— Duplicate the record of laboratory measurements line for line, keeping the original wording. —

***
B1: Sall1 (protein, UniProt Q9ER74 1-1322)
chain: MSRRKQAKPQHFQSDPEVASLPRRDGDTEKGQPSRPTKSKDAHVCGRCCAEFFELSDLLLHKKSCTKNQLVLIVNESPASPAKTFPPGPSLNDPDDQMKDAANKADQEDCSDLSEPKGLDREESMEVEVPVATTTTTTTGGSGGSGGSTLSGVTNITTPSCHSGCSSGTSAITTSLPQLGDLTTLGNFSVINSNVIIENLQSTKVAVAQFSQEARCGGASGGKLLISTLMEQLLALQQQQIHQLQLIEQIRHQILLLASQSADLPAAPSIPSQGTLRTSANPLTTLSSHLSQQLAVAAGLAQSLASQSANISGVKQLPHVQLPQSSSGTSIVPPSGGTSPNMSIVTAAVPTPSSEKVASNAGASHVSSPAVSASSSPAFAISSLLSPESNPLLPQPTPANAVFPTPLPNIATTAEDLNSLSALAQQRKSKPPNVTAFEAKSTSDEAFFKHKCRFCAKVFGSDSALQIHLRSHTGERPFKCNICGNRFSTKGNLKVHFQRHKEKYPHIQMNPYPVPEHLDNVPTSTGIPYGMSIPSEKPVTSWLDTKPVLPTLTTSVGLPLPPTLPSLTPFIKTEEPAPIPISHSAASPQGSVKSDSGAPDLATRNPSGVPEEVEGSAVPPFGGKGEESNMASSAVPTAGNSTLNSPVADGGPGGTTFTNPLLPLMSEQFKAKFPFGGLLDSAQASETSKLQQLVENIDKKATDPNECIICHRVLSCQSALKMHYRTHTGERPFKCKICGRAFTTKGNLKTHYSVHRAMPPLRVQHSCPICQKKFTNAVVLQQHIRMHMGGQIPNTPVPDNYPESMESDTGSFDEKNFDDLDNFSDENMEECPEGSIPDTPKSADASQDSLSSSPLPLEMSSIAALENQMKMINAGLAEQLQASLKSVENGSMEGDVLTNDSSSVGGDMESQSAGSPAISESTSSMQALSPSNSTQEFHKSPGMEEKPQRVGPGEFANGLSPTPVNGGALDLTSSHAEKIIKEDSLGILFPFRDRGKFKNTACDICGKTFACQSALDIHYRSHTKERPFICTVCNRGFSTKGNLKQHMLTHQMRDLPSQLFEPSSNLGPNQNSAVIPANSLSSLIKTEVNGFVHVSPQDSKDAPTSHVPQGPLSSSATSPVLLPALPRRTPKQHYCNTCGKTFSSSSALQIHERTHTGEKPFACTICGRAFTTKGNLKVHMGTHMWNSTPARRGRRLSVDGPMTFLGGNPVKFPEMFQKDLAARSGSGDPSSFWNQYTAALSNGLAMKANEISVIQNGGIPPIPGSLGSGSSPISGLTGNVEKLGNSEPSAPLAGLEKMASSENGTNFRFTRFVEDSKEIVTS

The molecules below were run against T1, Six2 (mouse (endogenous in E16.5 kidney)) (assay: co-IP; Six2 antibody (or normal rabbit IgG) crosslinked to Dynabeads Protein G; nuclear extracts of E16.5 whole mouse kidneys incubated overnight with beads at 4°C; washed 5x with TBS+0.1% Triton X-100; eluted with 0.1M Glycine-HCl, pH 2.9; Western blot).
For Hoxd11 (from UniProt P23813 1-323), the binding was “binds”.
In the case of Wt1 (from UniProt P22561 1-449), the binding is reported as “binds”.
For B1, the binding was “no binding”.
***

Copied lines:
B1: Sall1 (protein, UniProt Q9ER74 1-1322)
chain: MSRRKQAKPQHFQSDPEVASLPRRDGDTEKGQPSRPTKSKDAHVCGRCCAEFFELSDLLLHKKSCTKNQLVLIVNESPASPAKTFPPGPSLNDPDDQMKDAANKADQEDCSDLSEPKGLDREESMEVEVPVATTTTTTTGGSGGSGGSTLSGVTNITTPSCHSGCSSGTSAITTSLPQLGDLTTLGNFSVINSNVIIENLQSTKVAVAQFSQEARCGGASGGKLLISTLMEQLLALQQQQIHQLQLIEQIRHQILLLASQSADLPAAPSIPSQGTLRTSANPLTTLSSHLSQQLAVAAGLAQSLASQSANISGVKQLPHVQLPQSSSGTSIVPPSGGTSPNMSIVTAAVPTPSSEKVASNAGASHVSSPAVSASSSPAFAISSLLSPESNPLLPQPTPANAVFPTPLPNIATTAEDLNSLSALAQQRKSKPPNVTAFEAKSTSDEAFFKHKCRFCAKVFGSDSALQIHLRSHTGERPFKCNICGNRFSTKGNLKVHFQRHKEKYPHIQMNPYPVPEHLDNVPTSTGIPYGMSIPSEKPVTSWLDTKPVLPTLTTSVGLPLPPTLPSLTPFIKTEEPAPIPISHSAASPQGSVKSDSGAPDLATRNPSGVPEEVEGSAVPPFGGKGEESNMASSAVPTAGNSTLNSPVADGGPGGTTFTNPLLPLMSEQFKAKFPFGGLLDSAQASETSKLQQLVENIDKKATDPNECIICHRVLSCQSALKMHYRTHTGERPFKCKICGRAFTTKGNLKTHYSVHRAMPPLRVQHSCPICQKKFTNAVVLQQHIRMHMGGQIPNTPVPDNYPESMESDTGSFDEKNFDDLDNFSDENMEECPEGSIPDTPKSADASQDSLSSSPLPLEMSSIAALENQMKMINAGLAEQLQASLKSVENGSMEGDVLTNDSSSVGGDMESQSAGSPAISESTSSMQALSPSNSTQEFHKSPGMEEKPQRVGPGEFANGLSPTPVNGGALDLTSSHAEKIIKEDSLGILFPFRDRGKFKNTACDICGKTFACQSALDIHYRSHTKERPFICTVCNRGFSTKGNLKQHMLTHQMRDLPSQLFEPSSNLGPNQNSAVIPANSLSSLIKTEVNGFVHVSPQDSKDAPTSHVPQGPLSSSATSPVLLPALPRRTPKQHYCNTCGKTFSSSSALQIHERTHTGEKPFACTICGRAFTTKGNLKVHMGTHMWNSTPARRGRRLSVDGPMTFLGGNPVKFPEMFQKDLAARSGSGDPSSFWNQYTAALSNGLAMKANEISVIQNGGIPPIPGSLGSGSSPISGLTGNVEKLGNSEPSAPLAGLEKMASSENGTNFRFTRFVEDSKEIVTS

The molecules below were run against T1, Six2 (mouse (endogenous in E16.5 kidney)) (assay: co-IP; Six2 antibody (or normal rabbit IgG) crosslinked to Dynabeads Protein G; nuclear extracts of E16.5 whole mouse kidneys incubated overnight with beads at 4°C; washed 5x with TBS+0.1% Triton X-100; eluted with 0.1M Glycine-HCl, pH 2.9; Western blot).
For Hoxd11 (from UniProt P23813 1-323), the binding was “binds”.
In the case of Wt1 (from UniProt P22561 1-449), the binding is reported as “binds”.
For B1, the binding was “no binding”.